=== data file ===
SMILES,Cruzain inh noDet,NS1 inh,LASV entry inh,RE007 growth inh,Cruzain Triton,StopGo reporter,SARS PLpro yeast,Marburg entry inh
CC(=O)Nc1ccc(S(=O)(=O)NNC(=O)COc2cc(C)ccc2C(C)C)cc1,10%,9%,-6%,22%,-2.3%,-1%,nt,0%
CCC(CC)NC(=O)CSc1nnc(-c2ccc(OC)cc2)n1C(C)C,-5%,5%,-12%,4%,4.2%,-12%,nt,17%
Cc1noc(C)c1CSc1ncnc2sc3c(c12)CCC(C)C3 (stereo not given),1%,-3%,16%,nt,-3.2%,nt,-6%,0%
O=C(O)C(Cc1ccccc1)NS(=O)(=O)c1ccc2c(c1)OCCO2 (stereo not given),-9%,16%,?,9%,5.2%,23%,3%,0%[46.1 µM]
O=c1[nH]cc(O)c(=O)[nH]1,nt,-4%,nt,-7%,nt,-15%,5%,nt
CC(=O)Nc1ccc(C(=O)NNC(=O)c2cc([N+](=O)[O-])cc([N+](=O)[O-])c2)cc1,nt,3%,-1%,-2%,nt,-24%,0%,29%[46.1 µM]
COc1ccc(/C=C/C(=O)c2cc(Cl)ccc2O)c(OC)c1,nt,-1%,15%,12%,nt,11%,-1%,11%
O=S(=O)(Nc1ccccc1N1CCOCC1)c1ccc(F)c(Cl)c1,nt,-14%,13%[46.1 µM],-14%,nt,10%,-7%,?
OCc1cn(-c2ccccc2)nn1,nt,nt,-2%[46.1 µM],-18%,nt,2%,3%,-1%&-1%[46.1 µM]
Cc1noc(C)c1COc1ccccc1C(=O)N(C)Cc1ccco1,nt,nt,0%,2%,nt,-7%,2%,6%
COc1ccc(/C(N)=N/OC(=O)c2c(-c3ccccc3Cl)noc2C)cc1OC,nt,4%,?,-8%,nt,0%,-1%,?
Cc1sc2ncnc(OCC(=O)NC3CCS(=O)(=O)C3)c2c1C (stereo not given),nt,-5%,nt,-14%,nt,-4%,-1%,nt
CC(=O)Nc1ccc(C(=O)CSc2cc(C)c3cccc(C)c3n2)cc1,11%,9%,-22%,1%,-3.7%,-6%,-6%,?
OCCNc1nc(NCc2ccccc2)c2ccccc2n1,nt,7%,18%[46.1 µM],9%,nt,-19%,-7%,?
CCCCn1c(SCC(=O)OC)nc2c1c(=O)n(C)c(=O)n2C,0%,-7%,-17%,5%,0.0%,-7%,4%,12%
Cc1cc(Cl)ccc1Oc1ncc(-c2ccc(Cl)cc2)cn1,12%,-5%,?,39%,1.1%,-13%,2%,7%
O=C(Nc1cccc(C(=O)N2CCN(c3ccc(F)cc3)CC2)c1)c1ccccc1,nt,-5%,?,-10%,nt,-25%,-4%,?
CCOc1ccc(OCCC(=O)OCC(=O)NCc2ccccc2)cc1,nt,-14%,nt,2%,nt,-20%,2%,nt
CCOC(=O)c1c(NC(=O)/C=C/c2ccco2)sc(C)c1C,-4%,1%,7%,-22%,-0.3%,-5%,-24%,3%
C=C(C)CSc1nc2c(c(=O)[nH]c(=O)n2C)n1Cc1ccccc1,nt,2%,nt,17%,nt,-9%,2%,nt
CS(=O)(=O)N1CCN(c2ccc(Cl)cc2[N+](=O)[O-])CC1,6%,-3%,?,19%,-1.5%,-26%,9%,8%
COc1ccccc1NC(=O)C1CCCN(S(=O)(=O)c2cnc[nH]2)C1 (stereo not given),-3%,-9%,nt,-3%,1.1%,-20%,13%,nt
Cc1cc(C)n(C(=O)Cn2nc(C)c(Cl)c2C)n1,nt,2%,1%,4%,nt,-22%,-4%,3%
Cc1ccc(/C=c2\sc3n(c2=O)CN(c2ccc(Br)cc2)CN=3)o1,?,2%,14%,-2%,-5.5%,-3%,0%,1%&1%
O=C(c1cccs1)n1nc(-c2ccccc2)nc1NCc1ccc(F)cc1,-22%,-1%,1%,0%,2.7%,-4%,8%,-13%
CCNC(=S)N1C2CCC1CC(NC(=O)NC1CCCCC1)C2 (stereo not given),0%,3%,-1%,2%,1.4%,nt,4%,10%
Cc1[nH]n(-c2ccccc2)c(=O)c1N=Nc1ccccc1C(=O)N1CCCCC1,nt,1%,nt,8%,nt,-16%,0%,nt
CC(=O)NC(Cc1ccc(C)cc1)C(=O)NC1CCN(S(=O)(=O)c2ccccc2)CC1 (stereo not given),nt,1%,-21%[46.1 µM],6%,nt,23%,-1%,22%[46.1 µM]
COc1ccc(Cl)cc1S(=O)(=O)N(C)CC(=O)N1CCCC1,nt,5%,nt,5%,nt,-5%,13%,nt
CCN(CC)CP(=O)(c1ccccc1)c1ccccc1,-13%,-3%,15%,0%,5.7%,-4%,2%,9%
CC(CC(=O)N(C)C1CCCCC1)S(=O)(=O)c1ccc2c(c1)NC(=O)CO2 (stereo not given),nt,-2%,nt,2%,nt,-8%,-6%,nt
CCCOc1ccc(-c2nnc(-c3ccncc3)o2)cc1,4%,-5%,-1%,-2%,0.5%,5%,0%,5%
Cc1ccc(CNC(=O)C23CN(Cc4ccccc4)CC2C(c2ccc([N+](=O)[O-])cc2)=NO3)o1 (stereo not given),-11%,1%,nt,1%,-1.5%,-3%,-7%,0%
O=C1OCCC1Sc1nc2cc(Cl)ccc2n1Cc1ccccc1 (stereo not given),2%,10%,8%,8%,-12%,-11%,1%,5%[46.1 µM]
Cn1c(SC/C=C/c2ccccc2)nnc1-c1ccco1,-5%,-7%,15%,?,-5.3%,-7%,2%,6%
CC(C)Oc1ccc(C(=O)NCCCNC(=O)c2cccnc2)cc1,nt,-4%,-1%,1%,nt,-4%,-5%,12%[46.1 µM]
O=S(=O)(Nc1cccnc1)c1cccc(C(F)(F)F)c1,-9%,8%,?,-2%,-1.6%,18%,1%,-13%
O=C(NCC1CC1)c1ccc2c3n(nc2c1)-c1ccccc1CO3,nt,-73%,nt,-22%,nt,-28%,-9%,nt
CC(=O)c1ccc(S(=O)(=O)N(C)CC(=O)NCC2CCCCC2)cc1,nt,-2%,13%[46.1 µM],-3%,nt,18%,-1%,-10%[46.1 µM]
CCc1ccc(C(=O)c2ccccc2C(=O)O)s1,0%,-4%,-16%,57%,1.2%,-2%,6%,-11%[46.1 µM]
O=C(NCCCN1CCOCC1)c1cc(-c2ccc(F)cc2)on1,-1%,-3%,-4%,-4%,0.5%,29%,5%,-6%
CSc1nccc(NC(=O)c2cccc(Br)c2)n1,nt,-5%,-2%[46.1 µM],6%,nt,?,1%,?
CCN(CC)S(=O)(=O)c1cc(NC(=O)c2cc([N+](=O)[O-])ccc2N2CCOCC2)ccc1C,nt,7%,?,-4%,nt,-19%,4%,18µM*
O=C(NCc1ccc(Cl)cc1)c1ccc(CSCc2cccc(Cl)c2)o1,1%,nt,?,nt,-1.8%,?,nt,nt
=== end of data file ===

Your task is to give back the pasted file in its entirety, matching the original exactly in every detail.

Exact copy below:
SMILES,Cruzain inh noDet,NS1 inh,LASV entry inh,RE007 growth inh,Cruzain Triton,StopGo reporter,SARS PLpro yeast,Marburg entry inh
CC(=O)Nc1ccc(S(=O)(=O)NNC(=O)COc2cc(C)ccc2C(C)C)cc1,10%,9%,-6%,22%,-2.3%,-1%,nt,0%
CCC(CC)NC(=O)CSc1nnc(-c2ccc(OC)cc2)n1C(C)C,-5%,5%,-12%,4%,4.2%,-12%,nt,17%
Cc1noc(C)c1CSc1ncnc2sc3c(c12)CCC(C)C3 (stereo not given),1%,-3%,16%,nt,-3.2%,nt,-6%,0%
O=C(O)C(Cc1ccccc1)NS(=O)(=O)c1ccc2c(c1)OCCO2 (stereo not given),-9%,16%,?,9%,5.2%,23%,3%,0%[46.1 µM]
O=c1[nH]cc(O)c(=O)[nH]1,nt,-4%,nt,-7%,nt,-15%,5%,nt
CC(=O)Nc1ccc(C(=O)NNC(=O)c2cc([N+](=O)[O-])cc([N+](=O)[O-])c2)cc1,nt,3%,-1%,-2%,nt,-24%,0%,29%[46.1 µM]
COc1ccc(/C=C/C(=O)c2cc(Cl)ccc2O)c(OC)c1,nt,-1%,15%,12%,nt,11%,-1%,11%
O=S(=O)(Nc1ccccc1N1CCOCC1)c1ccc(F)c(Cl)c1,nt,-14%,13%[46.1 µM],-14%,nt,10%,-7%,?
OCc1cn(-c2ccccc2)nn1,nt,nt,-2%[46.1 µM],-18%,nt,2%,3%,-1%&-1%[46.1 µM]
Cc1noc(C)c1COc1ccccc1C(=O)N(C)Cc1ccco1,nt,nt,0%,2%,nt,-7%,2%,6%
COc1ccc(/C(N)=N/OC(=O)c2c(-c3ccccc3Cl)noc2C)cc1OC,nt,4%,?,-8%,nt,0%,-1%,?
Cc1sc2ncnc(OCC(=O)NC3CCS(=O)(=O)C3)c2c1C (stereo not given),nt,-5%,nt,-14%,nt,-4%,-1%,nt
CC(=O)Nc1ccc(C(=O)CSc2cc(C)c3cccc(C)c3n2)cc1,11%,9%,-22%,1%,-3.7%,-6%,-6%,?
OCCNc1nc(NCc2ccccc2)c2ccccc2n1,nt,7%,18%[46.1 µM],9%,nt,-19%,-7%,?
CCCCn1c(SCC(=O)OC)nc2c1c(=O)n(C)c(=O)n2C,0%,-7%,-17%,5%,0.0%,-7%,4%,12%
Cc1cc(Cl)ccc1Oc1ncc(-c2ccc(Cl)cc2)cn1,12%,-5%,?,39%,1.1%,-13%,2%,7%
O=C(Nc1cccc(C(=O)N2CCN(c3ccc(F)cc3)CC2)c1)c1ccccc1,nt,-5%,?,-10%,nt,-25%,-4%,?
CCOc1ccc(OCCC(=O)OCC(=O)NCc2ccccc2)cc1,nt,-14%,nt,2%,nt,-20%,2%,nt
CCOC(=O)c1c(NC(=O)/C=C/c2ccco2)sc(C)c1C,-4%,1%,7%,-22%,-0.3%,-5%,-24%,3%
C=C(C)CSc1nc2c(c(=O)[nH]c(=O)n2C)n1Cc1ccccc1,nt,2%,nt,17%,nt,-9%,2%,nt
CS(=O)(=O)N1CCN(c2ccc(Cl)cc2[N+](=O)[O-])CC1,6%,-3%,?,19%,-1.5%,-26%,9%,8%
COc1ccccc1NC(=O)C1CCCN(S(=O)(=O)c2cnc[nH]2)C1 (stereo not given),-3%,-9%,nt,-3%,1.1%,-20%,13%,nt
Cc1cc(C)n(C(=O)Cn2nc(C)c(Cl)c2C)n1,nt,2%,1%,4%,nt,-22%,-4%,3%
Cc1ccc(/C=c2\sc3n(c2=O)CN(c2ccc(Br)cc2)CN=3)o1,?,2%,14%,-2%,-5.5%,-3%,0%,1%&1%
O=C(c1cccs1)n1nc(-c2ccccc2)nc1NCc1ccc(F)cc1,-22%,-1%,1%,0%,2.7%,-4%,8%,-13%
CCNC(=S)N1C2CCC1CC(NC(=O)NC1CCCCC1)C2 (stereo not given),0%,3%,-1%,2%,1.4%,nt,4%,10%
Cc1[nH]n(-c2ccccc2)c(=O)c1N=Nc1ccccc1C(=O)N1CCCCC1,nt,1%,nt,8%,nt,-16%,0%,nt
CC(=O)NC(Cc1ccc(C)cc1)C(=O)NC1CCN(S(=O)(=O)c2ccccc2)CC1 (stereo not given),nt,1%,-21%[46.1 µM],6%,nt,23%,-1%,22%[46.1 µM]
COc1ccc(Cl)cc1S(=O)(=O)N(C)CC(=O)N1CCCC1,nt,5%,nt,5%,nt,-5%,13%,nt
CCN(CC)CP(=O)(c1ccccc1)c1ccccc1,-13%,-3%,15%,0%,5.7%,-4%,2%,9%
CC(CC(=O)N(C)C1CCCCC1)S(=O)(=O)c1ccc2c(c1)NC(=O)CO2 (stereo not given),nt,-2%,nt,2%,nt,-8%,-6%,nt
CCCOc1ccc(-c2nnc(-c3ccncc3)o2)cc1,4%,-5%,-1%,-2%,0.5%,5%,0%,5%
Cc1ccc(CNC(=O)C23CN(Cc4ccccc4)CC2C(c2ccc([N+](=O)[O-])cc2)=NO3)o1 (stereo not given),-11%,1%,nt,1%,-1.5%,-3%,-7%,0%
O=C1OCCC1Sc1nc2cc(Cl)ccc2n1Cc1ccccc1 (stereo not given),2%,10%,8%,8%,-12%,-11%,1%,5%[46.1 µM]
Cn1c(SC/C=C/c2ccccc2)nnc1-c1ccco1,-5%,-7%,15%,?,-5.3%,-7%,2%,6%
CC(C)Oc1ccc(C(=O)NCCCNC(=O)c2cccnc2)cc1,nt,-4%,-1%,1%,nt,-4%,-5%,12%[46.1 µM]
O=S(=O)(Nc1cccnc1)c1cccc(C(F)(F)F)c1,-9%,8%,?,-2%,-1.6%,18%,1%,-13%
O=C(NCC1CC1)c1ccc2c3n(nc2c1)-c1ccccc1CO3,nt,-73%,nt,-22%,nt,-28%,-9%,nt
CC(=O)c1ccc(S(=O)(=O)N(C)CC(=O)NCC2CCCCC2)cc1,nt,-2%,13%[46.1 µM],-3%,nt,18%,-1%,-10%[46.1 µM]
CCc1ccc(C(=O)c2ccccc2C(=O)O)s1,0%,-4%,-16%,57%,1.2%,-2%,6%,-11%[46.1 µM]
O=C(NCCCN1CCOCC1)c1cc(-c2ccc(F)cc2)on1,-1%,-3%,-4%,-4%,0.5%,29%,5%,-6%
CSc1nccc(NC(=O)c2cccc(Br)c2)n1,nt,-5%,-2%[46.1 µM],6%,nt,?,1%,?
CCN(CC)S(=O)(=O)c1cc(NC(=O)c2cc([N+](=O)[O-])ccc2N2CCOCC2)ccc1C,nt,7%,?,-4%,nt,-19%,4%,18µM*
O=C(NCc1ccc(Cl)cc1)c1ccc(CSCc2cccc(Cl)c2)o1,1%,nt,?,nt,-1.8%,?,nt,nt